The record said 12-19 when it was all said and done in 2012-13, but that wasn't the full story. Key players going down with injuries and playing 6 or 7 players, at most, contributed a lot to that record.
However, there were a lot of positives taken out of that season and when you combine that experience with the team finally getting healthy, head coach Bobbie Kelsey is looking forward to what this team can do.
One of the keys to moving forward and upward is getting forward Taylor Wurtz back after missing last season with an injury—especially considering this team was in so many of the games it lost until the bitter end.
"We lost 12 of our 19 losses was by single digits, which you feel like Taylor could have remedied a lot of that," head coach Bobbie Kelsey said at Big Ten Media Day. "But a lot of other kids got to play and now that she is back and healthy she looks really good and she doesn't have to do everything on her own. That's something she is going to have to learn, to let people help her. But when we need a basket we're going to Taylor."
Kelsey hinted that other players will be able to score around Wurtz and one of them could be a big-time transfer in Michala Johnson, who is coming to the Badgers after transferring from UConn and sitting out last year.
"it's nice to have her (Michala Johnson) in the post. We haven't had a true bonus post player since Covington came along our first year but she can do damage down on the block."
With the two bigger presences for this team in the front court, the Badgers could really play the way Kelsey preaches for the first time in her tenure at Wisconsin.
If you tune in to the Badgers games or wonder into the Kohl Center for a game, expect to see a team that pushes the pace, but in a different way than most teams do.
"I tell the guards to get the ball to the frontcourt as fast as you can and then if we don't have the advantage get us into something," said Kelsey. "So we're going to try to get the ball to the frontcourt faster so I don't think the 10-second backcourt rule is going to have a lot of bearing on us, we're going to get it up there faster unless we're being pressed or something and when kids aren't doing what we need them to do, I can pull 'em on out."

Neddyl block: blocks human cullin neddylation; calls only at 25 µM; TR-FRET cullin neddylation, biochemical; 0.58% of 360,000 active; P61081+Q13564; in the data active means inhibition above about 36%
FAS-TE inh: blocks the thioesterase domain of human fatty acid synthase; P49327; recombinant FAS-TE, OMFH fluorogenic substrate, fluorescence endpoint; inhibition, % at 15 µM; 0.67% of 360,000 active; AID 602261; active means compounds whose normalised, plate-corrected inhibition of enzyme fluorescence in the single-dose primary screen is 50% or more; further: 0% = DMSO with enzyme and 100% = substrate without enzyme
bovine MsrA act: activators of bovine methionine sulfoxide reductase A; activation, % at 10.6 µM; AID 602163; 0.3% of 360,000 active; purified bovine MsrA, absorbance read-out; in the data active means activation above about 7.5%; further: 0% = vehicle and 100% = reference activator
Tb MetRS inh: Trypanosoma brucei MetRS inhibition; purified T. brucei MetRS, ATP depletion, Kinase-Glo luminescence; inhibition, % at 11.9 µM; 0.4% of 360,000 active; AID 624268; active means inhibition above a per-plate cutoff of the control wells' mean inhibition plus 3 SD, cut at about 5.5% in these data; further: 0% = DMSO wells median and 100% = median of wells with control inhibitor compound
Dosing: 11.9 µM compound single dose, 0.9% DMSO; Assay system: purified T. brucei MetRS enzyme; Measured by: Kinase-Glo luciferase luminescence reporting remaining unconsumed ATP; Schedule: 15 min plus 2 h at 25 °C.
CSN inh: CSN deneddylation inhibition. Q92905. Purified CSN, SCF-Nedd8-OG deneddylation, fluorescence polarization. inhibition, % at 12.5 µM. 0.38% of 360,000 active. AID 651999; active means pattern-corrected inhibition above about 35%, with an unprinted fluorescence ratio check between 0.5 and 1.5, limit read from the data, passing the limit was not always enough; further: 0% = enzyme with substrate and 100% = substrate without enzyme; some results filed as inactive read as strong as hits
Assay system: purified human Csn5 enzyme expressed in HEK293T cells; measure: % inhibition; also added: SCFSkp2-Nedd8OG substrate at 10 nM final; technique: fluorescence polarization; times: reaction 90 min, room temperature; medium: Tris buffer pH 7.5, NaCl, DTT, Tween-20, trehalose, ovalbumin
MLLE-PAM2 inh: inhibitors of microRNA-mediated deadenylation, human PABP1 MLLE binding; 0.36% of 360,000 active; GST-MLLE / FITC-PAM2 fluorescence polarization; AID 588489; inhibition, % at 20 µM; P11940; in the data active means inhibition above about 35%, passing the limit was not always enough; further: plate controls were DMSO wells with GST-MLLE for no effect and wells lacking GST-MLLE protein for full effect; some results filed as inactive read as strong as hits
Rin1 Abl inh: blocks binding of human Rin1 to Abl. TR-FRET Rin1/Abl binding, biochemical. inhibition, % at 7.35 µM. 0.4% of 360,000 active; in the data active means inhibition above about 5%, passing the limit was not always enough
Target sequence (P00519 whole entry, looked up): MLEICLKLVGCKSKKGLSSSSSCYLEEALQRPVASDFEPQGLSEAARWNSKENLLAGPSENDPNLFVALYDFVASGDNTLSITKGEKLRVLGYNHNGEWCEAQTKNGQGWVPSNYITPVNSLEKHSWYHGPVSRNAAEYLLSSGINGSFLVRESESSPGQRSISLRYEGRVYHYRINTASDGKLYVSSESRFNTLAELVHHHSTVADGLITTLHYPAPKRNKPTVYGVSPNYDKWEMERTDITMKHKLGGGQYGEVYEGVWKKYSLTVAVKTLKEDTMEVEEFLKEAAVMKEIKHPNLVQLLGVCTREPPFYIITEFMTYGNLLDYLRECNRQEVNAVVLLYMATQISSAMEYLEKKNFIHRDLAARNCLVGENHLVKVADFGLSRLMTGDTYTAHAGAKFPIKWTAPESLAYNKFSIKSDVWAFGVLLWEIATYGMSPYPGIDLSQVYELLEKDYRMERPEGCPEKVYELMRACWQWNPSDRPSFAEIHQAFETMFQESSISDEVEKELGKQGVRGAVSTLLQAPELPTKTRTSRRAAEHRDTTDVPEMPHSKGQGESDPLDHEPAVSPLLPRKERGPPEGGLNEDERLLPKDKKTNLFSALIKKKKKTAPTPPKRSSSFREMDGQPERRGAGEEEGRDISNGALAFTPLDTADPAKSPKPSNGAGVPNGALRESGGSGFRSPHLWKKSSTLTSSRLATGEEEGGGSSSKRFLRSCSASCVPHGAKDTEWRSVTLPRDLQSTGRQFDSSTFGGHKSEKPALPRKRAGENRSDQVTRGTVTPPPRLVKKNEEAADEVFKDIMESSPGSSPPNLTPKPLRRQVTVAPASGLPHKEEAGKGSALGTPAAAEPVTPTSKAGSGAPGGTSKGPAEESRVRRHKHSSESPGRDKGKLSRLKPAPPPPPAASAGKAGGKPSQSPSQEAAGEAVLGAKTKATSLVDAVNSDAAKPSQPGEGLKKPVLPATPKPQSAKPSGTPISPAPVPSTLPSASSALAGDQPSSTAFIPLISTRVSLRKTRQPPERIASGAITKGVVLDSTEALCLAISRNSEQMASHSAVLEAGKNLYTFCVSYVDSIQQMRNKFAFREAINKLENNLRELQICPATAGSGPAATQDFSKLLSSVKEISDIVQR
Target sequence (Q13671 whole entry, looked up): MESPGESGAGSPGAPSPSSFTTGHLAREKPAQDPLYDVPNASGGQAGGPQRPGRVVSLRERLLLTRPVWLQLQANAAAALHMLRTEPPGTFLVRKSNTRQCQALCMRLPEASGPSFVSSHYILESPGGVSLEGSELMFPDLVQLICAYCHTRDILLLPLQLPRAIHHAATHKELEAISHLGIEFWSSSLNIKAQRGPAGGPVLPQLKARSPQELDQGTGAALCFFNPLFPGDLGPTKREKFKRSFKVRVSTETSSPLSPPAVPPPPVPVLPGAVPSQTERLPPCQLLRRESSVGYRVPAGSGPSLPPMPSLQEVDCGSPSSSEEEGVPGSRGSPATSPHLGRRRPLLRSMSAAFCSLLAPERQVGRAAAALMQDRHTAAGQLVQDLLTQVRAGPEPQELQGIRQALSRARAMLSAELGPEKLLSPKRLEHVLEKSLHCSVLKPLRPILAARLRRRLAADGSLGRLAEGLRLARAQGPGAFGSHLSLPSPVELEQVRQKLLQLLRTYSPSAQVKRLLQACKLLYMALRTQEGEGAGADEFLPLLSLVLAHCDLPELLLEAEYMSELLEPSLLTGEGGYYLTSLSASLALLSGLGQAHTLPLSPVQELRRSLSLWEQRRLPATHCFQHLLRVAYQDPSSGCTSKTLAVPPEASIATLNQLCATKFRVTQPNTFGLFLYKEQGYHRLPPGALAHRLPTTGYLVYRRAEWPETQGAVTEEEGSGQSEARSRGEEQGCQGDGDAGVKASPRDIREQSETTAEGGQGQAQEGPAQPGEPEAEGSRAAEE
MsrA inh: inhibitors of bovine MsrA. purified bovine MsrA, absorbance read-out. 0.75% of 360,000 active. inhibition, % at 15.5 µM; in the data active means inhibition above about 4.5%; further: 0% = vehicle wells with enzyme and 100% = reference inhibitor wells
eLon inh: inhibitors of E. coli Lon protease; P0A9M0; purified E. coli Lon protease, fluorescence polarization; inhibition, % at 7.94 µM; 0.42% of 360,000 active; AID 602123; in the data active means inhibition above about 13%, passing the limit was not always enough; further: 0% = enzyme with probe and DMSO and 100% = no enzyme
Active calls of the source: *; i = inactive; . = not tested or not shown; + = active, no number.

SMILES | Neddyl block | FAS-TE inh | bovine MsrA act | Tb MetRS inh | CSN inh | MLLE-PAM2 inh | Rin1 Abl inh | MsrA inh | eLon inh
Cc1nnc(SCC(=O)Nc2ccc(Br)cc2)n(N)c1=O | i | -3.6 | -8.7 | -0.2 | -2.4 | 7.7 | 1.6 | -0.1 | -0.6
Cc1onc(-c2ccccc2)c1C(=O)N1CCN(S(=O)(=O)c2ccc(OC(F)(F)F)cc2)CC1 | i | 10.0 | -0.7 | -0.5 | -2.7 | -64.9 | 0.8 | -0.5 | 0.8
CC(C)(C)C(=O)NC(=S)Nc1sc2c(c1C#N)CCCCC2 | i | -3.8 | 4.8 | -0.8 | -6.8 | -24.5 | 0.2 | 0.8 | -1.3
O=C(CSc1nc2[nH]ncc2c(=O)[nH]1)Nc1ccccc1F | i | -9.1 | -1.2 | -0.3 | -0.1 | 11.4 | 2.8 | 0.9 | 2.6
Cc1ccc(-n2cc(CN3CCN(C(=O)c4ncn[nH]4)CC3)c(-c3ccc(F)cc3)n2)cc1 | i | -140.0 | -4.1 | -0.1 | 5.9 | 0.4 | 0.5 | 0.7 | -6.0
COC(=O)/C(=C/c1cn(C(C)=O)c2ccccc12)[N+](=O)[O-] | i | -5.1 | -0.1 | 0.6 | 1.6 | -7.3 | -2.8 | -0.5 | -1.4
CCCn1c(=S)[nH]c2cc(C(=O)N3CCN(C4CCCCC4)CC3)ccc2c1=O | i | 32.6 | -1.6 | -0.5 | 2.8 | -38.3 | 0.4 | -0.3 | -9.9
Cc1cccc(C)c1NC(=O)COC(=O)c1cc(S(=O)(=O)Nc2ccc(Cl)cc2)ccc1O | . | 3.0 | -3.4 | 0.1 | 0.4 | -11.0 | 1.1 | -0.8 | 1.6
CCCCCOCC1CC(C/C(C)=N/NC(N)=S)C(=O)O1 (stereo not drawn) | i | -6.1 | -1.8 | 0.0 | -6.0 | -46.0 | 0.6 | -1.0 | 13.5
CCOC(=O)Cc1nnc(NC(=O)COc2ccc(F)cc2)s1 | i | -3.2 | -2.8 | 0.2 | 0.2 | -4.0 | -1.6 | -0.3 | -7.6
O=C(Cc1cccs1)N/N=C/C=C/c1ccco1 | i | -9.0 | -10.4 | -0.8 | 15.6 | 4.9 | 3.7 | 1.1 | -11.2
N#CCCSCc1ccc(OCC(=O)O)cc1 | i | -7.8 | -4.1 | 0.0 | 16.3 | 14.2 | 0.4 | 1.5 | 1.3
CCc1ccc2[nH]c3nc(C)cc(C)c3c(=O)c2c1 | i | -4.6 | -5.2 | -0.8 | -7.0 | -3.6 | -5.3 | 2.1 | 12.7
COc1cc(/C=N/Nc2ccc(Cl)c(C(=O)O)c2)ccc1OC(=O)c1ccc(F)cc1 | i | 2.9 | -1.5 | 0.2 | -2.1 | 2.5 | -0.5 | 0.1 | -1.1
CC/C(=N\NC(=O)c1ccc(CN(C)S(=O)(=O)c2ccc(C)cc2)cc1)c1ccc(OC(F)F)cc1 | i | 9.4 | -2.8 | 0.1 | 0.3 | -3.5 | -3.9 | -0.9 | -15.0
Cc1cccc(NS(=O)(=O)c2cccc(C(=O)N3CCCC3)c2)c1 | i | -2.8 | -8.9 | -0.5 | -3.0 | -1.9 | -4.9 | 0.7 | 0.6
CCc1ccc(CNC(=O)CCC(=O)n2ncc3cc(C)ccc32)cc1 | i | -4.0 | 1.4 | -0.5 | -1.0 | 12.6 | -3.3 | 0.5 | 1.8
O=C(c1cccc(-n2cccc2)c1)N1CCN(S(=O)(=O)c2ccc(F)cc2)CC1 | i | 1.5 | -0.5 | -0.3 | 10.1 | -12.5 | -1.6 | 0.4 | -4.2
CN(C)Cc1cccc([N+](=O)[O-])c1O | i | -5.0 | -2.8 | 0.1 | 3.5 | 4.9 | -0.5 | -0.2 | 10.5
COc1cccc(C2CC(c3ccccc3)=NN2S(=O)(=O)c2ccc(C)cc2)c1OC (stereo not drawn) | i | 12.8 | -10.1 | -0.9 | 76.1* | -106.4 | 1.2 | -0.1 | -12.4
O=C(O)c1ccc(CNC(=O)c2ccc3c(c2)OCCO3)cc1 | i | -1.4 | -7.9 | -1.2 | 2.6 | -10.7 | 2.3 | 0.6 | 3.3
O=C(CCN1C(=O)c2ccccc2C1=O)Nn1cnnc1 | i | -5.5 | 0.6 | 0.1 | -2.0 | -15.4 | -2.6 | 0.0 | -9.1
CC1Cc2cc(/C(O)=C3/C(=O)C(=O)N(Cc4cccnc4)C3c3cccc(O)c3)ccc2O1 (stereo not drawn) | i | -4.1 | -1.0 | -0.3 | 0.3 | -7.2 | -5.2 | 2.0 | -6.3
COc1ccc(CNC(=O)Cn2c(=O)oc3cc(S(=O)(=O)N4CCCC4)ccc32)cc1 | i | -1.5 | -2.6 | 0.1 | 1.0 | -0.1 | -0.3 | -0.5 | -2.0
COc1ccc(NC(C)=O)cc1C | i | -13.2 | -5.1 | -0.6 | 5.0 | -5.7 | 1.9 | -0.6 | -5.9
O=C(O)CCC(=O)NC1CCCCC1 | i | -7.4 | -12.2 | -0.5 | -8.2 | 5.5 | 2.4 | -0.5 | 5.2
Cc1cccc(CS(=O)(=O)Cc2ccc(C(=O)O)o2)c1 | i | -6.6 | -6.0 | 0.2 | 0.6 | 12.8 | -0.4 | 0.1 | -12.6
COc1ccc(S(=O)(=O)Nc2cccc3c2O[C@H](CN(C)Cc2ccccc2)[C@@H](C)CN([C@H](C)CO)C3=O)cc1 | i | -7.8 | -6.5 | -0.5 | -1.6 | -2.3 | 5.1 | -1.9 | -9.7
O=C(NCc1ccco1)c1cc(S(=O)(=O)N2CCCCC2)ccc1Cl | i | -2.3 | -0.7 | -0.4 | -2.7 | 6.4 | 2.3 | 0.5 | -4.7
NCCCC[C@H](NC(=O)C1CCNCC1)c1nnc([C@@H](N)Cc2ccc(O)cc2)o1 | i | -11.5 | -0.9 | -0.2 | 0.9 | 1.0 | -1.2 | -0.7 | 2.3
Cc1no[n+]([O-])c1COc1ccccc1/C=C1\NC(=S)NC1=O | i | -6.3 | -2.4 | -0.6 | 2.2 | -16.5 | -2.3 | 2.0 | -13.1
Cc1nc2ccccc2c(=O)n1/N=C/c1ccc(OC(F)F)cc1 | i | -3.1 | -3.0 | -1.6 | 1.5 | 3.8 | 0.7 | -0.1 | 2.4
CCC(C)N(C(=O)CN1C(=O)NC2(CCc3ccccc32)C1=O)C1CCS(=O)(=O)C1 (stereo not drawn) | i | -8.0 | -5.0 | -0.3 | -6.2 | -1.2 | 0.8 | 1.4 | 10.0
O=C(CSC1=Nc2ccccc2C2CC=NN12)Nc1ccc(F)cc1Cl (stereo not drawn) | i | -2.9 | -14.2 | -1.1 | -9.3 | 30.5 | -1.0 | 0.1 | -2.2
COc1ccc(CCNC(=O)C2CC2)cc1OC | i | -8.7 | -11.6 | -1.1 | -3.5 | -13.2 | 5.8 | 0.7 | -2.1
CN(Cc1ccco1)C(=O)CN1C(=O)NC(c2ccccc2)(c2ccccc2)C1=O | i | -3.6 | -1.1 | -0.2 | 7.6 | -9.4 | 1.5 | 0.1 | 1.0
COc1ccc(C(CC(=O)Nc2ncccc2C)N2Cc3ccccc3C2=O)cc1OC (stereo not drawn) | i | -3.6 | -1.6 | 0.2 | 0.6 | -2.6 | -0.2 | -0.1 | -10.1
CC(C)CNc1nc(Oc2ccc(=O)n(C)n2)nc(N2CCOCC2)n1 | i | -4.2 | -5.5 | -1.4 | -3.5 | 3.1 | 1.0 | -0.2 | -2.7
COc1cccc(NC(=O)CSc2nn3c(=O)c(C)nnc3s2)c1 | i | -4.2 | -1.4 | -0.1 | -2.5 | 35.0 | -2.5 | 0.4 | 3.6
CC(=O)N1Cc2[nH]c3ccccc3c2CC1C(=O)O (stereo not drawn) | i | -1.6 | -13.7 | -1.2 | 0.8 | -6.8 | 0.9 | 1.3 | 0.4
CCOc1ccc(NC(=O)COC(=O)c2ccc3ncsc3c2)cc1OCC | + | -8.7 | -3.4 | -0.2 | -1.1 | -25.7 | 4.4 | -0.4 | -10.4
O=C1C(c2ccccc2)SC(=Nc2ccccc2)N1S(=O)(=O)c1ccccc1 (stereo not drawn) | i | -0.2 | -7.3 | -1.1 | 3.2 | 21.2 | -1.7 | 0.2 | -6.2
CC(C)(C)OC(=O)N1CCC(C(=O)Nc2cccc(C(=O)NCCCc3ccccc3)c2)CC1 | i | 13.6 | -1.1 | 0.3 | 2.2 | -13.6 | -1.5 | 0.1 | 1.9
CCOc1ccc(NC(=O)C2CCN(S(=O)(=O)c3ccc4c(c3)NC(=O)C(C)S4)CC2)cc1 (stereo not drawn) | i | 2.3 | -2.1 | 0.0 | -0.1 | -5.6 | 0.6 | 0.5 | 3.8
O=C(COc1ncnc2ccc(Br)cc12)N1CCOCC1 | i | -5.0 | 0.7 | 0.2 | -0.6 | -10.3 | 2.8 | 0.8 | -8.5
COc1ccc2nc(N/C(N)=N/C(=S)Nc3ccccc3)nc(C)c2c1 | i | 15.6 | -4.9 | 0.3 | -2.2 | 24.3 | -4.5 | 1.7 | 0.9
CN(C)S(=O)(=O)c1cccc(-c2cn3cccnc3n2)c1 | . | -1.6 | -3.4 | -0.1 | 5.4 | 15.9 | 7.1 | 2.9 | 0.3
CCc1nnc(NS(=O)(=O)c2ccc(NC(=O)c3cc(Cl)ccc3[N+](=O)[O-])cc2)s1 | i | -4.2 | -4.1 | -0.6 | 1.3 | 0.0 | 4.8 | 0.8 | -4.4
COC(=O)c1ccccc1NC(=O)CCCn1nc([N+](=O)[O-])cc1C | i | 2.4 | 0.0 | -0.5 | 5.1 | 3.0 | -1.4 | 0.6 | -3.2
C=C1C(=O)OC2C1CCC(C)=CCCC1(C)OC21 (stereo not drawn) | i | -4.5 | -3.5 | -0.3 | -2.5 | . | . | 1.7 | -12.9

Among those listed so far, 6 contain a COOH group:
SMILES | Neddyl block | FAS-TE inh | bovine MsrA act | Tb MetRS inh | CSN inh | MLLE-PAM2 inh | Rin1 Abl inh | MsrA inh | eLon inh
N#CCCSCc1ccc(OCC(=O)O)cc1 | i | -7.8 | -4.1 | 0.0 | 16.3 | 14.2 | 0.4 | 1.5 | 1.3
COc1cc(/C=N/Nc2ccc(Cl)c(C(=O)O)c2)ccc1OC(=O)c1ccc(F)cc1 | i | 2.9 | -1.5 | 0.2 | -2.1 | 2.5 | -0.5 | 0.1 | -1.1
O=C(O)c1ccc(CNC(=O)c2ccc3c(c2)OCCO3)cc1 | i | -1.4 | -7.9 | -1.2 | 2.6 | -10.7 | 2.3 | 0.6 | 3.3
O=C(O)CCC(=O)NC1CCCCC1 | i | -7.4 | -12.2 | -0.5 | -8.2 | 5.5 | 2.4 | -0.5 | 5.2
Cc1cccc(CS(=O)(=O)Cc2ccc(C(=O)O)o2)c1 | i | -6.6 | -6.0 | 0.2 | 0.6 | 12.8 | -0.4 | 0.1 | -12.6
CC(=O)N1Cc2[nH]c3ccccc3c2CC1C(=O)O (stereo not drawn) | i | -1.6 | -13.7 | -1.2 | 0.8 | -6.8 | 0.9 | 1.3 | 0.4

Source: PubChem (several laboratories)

Last season, pulling players wasn't an option for Kelsey who went into the Big Ten tournament with barely six players available to play.
That meant players knowing the threat of playing time wasn't a serious one from the coach, and as Kelsey said—she can do that this year.
However, it doesn't mean players weren't taking in lessons all last season either.
"They really did try to do what we asked them to do but this year we have more scorers, more bodies, more opportunities to get everybody involved," Kelsey said.
While Wurtz and Michala Johnson will be focal points to the offense, don't sleep on a backcourt that really helped this team last season.
The only missing part from last season is starting point guard Tiera Stephen, but once again the depth and playing time of some of the younger players are going to pay off in this situation.
Coach Kelsey indicated that the primary point guard this year will be Dakota Whyte, who played in 28 games and made 1 start last season.
She also averaged just 11 minutes a game and averaged 2.4 points a game.
Whyte won't do it alone though, and Nicole Bauman will be another option at the point guard spot after averaging 7 points and 3.6 rebounds per game. She also shot 34.1 percent from behind the arc, which was 3rd on a team that shot just 28.7 percent from behind the 3-point line.
While some will only remember the bitter moments for the young Badgers last year, coach Kelsey sees some big-time positives coming out of a few of their Big Ten wins—especially the win over Illinois in the Big Ten Tournament and beating conference champion Penn State too.
"…to compete on that level with those type of teams. You don't want moral victories, but you got to hang your hat on something," said Kelsey. "We want the kids to understand even if you don't win, if you play hard you have a chance and that's what we give ourselves every game, a chance to win. With the exception of those that we weren't in the game but those are few and are far between and I'm proud of our kids for persevering."
Now, in 2013-14 the key for Wisconsin will be take those lessons and apply them to start winning more basketball games.
With all the experienced gained and the players being added back to the mix, Wisconsin feels like they have the right group to turn the ship around in a big way.